If you want to be sad, be sad — Weekly Christian ed lesson

A Christian ed lesson for children on Jeremiah 8:18-9:1.

Photo by Kelly Sikkema on Unsplash

Starting off

Feeling sadness is part of being human. Children, sometimes more than adults, are willing to lean into their sadness. They cry and share their sorrows. They willingly share their feelings with those they love and trust. In this lesson, children will explore the ways they can share sadness and concerns with God, knowing God is always by their side weeping alongside them.

Begin your time with the children by asking them to share what they do when they feel sad. How do they express their sadness? Who do they share their feelings with? What makes them feel better? Note the diversity of experiences and expressions that the children share. Highlight that there is no right or wrong way to be sad. Being sad is part of being a person. We all feel sadness at times in our lives and we express it in different ways.

Exploring the passage

Prepare to read aloud Jeremiah 8:18-9:1. Provide the children with a context for the reading. Share that the passage comes from the prophet Jeremiah. Jeremiah was a young person chosen by God to speak to God’s people. At the time God called Jeremiah, he was only a child. Jeremiah doesn’t think he has the power or authority to speak to the people on God’s behalf. However, God assures him God will give him the words and will be with him as he speaks. The messages that God gives Jeremiah to share with the people are not easy ones for them to hear. Bad times are coming for God’s people. The land God gave them to live on will be invaded by other nations and will be taken from them. Jeremiah tells the people God is calling on them to listen in hopes that they might be prepared for the difficult times ahead. The passage you will read is Jeremiah’s response to hearing the words God is calling him to share with the people.

Read aloud Jeremiah 8:18-9:1. After reading, ask the children to recount Jeremiah’s feelings about God’s message. Note that Jeremiah is very sad that God’s people will suffer. He knows the people will believe God is no longer with them and he wonders where they will find comfort. Have the children wonder what might help God’s people feel better. What could comfort them? How will they cope with this news?

Next, encourage the children to think beyond the reading to what they know about God from other Bible stories or discussions you have had. Ask them to think of times when God’s people have been sad or have experienced tragedy. How did God respond? Was God with them? Note that throughout the Bible, God is with God’s people. When they are sad, God is sad with them. God hears their prayers and mourns with them. God gives them hope when they feel hopeless. Share that if we continued to read Jeremiah, we would discover this is exactly what God does. God reminds the people they are not alone. God offers hope and promises to be with them.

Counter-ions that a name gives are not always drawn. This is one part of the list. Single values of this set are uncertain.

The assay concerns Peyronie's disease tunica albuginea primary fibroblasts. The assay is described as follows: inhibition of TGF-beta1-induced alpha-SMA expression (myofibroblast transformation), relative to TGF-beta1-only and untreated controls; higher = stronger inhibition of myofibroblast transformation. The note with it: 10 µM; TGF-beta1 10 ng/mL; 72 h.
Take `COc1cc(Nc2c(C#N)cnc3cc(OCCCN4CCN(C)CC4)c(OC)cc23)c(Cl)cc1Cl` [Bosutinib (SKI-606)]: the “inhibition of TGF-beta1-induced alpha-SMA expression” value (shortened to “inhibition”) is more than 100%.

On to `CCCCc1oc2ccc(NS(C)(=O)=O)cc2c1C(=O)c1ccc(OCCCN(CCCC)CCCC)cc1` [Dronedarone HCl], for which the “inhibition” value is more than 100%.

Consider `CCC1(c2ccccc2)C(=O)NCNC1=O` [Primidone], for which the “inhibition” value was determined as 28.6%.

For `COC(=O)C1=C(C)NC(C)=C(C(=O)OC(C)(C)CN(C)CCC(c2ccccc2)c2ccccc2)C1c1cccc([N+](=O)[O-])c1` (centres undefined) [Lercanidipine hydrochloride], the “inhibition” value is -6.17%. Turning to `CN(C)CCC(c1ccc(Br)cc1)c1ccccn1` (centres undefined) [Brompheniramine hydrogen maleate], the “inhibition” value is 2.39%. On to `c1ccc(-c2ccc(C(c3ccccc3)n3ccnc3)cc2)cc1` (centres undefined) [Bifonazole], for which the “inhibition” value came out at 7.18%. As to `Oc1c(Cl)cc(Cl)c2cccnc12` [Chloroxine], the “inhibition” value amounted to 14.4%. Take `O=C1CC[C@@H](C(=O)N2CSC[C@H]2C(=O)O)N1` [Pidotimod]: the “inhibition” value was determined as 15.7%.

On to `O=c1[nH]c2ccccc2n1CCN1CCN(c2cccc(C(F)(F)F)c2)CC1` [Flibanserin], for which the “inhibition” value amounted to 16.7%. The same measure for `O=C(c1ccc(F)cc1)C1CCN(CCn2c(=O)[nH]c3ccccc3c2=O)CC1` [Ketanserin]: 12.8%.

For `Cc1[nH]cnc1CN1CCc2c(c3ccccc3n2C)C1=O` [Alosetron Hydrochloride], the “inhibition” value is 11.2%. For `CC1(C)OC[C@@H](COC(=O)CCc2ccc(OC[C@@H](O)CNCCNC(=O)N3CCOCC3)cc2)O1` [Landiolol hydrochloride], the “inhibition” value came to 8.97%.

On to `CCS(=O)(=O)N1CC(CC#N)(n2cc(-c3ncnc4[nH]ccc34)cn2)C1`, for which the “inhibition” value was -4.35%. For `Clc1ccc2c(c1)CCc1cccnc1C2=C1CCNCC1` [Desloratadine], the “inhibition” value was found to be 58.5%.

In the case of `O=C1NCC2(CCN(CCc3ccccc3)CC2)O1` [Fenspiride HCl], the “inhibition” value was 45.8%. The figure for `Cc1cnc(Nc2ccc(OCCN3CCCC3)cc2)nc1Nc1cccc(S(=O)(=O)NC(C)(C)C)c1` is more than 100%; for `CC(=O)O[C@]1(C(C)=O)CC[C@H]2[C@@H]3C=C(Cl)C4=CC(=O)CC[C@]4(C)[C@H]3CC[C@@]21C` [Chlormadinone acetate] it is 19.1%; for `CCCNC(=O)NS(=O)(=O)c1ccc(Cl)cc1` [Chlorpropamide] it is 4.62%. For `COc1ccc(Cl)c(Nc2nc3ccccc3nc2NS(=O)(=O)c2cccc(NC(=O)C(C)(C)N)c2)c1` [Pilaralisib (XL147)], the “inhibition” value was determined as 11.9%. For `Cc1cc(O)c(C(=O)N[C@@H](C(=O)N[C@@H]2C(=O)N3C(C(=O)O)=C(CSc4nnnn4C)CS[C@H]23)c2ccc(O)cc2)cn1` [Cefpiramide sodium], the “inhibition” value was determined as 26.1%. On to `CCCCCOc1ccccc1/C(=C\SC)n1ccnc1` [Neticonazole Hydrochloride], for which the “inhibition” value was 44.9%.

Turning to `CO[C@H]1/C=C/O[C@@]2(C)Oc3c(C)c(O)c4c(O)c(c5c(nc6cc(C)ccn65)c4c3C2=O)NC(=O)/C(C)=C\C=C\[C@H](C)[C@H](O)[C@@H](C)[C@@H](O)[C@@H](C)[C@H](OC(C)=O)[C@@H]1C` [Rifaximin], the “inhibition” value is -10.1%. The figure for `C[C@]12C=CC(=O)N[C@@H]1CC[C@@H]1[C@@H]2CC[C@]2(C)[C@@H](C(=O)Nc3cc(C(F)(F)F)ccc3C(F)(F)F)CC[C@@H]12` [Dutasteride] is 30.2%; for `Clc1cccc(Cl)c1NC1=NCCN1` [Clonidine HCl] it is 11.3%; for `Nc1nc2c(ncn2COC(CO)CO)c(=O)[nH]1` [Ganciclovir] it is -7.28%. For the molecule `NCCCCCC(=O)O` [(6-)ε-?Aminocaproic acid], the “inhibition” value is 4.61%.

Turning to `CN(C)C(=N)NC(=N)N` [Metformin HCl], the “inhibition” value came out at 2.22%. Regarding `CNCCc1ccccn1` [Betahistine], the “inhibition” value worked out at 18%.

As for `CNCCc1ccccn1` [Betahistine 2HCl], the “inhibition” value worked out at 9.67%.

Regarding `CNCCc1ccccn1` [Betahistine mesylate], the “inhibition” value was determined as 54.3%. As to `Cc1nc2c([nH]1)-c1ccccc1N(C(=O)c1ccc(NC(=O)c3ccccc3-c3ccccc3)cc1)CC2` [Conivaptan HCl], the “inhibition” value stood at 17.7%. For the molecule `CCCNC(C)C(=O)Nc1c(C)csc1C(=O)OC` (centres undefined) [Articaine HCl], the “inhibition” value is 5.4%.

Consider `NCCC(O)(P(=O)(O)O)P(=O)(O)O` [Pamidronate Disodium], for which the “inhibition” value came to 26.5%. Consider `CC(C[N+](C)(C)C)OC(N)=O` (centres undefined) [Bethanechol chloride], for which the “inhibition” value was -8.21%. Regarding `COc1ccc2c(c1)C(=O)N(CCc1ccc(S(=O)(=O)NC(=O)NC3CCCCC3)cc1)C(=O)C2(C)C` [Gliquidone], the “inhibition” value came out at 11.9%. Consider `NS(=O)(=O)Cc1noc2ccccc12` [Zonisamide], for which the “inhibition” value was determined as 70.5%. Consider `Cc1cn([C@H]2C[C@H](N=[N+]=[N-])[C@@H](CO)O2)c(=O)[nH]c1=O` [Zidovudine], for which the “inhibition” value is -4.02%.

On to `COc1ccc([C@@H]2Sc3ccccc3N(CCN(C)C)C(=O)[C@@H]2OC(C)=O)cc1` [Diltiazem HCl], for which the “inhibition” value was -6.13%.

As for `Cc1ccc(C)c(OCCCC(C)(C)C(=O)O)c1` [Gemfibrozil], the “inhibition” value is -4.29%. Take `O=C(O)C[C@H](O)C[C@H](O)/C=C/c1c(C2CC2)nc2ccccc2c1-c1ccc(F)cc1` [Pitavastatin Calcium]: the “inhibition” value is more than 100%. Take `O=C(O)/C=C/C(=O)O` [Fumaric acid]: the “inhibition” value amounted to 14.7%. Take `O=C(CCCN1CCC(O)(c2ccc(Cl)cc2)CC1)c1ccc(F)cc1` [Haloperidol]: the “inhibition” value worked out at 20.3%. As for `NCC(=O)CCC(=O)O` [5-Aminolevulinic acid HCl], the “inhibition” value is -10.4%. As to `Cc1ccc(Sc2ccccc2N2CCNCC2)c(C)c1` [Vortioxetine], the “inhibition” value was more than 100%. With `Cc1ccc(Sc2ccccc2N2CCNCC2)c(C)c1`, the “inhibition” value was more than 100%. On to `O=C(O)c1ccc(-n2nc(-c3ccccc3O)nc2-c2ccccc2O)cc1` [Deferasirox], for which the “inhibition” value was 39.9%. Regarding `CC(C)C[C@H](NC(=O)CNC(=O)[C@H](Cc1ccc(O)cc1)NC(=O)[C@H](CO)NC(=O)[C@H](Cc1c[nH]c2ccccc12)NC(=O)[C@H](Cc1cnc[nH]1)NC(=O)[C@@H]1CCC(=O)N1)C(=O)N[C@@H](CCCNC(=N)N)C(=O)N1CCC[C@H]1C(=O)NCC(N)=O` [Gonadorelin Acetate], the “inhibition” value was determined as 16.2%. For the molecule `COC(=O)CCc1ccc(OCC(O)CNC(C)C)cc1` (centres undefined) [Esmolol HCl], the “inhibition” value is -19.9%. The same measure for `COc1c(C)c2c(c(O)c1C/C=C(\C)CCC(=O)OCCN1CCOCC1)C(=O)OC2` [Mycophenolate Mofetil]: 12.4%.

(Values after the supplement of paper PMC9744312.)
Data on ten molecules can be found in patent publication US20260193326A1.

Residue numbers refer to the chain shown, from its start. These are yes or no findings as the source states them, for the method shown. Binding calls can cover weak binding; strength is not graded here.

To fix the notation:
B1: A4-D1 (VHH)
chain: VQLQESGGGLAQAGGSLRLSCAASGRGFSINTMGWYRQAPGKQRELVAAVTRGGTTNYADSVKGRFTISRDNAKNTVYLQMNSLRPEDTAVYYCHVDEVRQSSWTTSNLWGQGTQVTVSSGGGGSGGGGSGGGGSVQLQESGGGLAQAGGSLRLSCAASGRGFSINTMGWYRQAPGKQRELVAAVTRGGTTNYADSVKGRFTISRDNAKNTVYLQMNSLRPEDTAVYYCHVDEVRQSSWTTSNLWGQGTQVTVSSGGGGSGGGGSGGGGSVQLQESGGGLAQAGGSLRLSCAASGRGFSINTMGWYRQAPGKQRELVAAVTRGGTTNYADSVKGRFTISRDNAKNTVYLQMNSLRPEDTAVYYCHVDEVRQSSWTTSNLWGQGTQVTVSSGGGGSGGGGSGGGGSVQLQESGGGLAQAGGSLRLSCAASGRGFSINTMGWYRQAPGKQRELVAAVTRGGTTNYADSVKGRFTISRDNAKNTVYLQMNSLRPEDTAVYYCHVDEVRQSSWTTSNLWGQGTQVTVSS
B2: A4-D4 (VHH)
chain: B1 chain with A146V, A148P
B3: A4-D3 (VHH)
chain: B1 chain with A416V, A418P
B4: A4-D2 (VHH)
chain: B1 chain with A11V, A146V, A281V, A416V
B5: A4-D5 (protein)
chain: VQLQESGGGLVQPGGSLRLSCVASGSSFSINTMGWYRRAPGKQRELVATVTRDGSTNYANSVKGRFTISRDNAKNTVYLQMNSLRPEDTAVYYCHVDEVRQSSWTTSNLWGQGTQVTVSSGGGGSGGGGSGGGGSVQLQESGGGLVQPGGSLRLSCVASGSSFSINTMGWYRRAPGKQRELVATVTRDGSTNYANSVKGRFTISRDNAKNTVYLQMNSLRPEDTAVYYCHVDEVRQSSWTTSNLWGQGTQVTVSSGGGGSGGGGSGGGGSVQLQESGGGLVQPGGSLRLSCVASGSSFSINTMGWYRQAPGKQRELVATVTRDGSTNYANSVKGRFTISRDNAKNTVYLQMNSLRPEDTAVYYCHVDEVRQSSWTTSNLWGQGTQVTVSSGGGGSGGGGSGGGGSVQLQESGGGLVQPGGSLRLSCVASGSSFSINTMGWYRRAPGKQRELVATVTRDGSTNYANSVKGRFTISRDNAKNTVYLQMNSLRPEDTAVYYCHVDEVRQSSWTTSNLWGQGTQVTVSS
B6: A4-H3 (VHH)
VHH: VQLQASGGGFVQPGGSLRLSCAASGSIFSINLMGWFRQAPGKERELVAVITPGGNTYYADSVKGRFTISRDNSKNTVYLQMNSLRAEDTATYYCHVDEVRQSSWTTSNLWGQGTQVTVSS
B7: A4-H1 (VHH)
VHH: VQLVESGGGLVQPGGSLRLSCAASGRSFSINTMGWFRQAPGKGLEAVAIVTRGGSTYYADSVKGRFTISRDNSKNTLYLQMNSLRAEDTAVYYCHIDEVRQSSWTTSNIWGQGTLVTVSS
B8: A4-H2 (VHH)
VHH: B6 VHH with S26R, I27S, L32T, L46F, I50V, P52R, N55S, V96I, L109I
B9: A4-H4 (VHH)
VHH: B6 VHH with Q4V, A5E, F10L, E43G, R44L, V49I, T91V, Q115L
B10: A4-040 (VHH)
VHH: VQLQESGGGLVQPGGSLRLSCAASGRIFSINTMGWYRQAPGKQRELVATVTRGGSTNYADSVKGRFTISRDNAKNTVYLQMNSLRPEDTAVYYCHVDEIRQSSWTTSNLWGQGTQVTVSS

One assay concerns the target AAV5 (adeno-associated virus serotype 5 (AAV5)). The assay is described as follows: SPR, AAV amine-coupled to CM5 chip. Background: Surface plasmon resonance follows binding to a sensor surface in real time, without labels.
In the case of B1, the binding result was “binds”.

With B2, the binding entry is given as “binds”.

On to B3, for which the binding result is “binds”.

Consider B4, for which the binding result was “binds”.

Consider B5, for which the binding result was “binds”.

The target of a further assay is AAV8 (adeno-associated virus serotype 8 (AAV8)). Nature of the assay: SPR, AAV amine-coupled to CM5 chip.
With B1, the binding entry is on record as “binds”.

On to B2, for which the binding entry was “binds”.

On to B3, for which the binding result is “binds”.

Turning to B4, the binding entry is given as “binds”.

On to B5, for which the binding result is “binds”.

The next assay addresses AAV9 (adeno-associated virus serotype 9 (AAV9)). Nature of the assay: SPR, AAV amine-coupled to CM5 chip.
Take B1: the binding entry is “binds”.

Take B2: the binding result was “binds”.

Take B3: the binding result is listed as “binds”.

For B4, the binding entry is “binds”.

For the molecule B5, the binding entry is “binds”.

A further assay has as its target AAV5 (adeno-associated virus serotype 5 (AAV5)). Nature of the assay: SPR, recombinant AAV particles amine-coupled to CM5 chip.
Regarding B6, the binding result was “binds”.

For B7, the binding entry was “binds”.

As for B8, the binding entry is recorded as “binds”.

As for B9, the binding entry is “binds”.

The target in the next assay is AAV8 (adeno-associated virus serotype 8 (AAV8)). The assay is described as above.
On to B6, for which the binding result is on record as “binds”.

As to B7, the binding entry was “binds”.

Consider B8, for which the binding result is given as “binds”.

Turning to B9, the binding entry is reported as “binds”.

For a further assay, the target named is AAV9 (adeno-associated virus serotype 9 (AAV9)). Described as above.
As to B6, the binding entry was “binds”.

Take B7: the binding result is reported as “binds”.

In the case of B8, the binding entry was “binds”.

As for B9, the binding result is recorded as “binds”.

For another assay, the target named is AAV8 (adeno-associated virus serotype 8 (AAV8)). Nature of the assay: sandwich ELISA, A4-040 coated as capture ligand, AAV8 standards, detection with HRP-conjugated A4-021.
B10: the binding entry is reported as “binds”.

Relating the passage to our lives

Help the children connect the reading to their own lives. Remind them that God continues to carry out this promise today. Whenever we are sad or hurt, we can share these feelings with God. God will be with us.

Prepare the materials you’ll need for the activity: paper, scissors, and markers or crayons. Give each child several sheets of paper and a pair of scissors. Ask them to cut heart shapes out of the paper. Encourage them to make the hearts large enough so that they can write or draw on them. If you’re working with younger children, you may want to cut the hearts out ahead of time.

After they have cut out the hearts, ask them to tear each heart in half. Share that they’re going to be thinking about things that break their hearts, things that make them sad. Ask the children to write or draw something that makes them sad on each of the heart fragments. Encourage them to think of specific things from their own lives as well as larger ideas like war, violence, or racism.

Once they have written or drawn on the hearts, either ask them to glue the pieces on a piece of chart paper or place them in a large bowl at the center of the table. Offer a prayer for each of the people, places, or situations shared on the broken hearts. Read each aloud and ask the children to say, “Lord, hear our prayer” in response.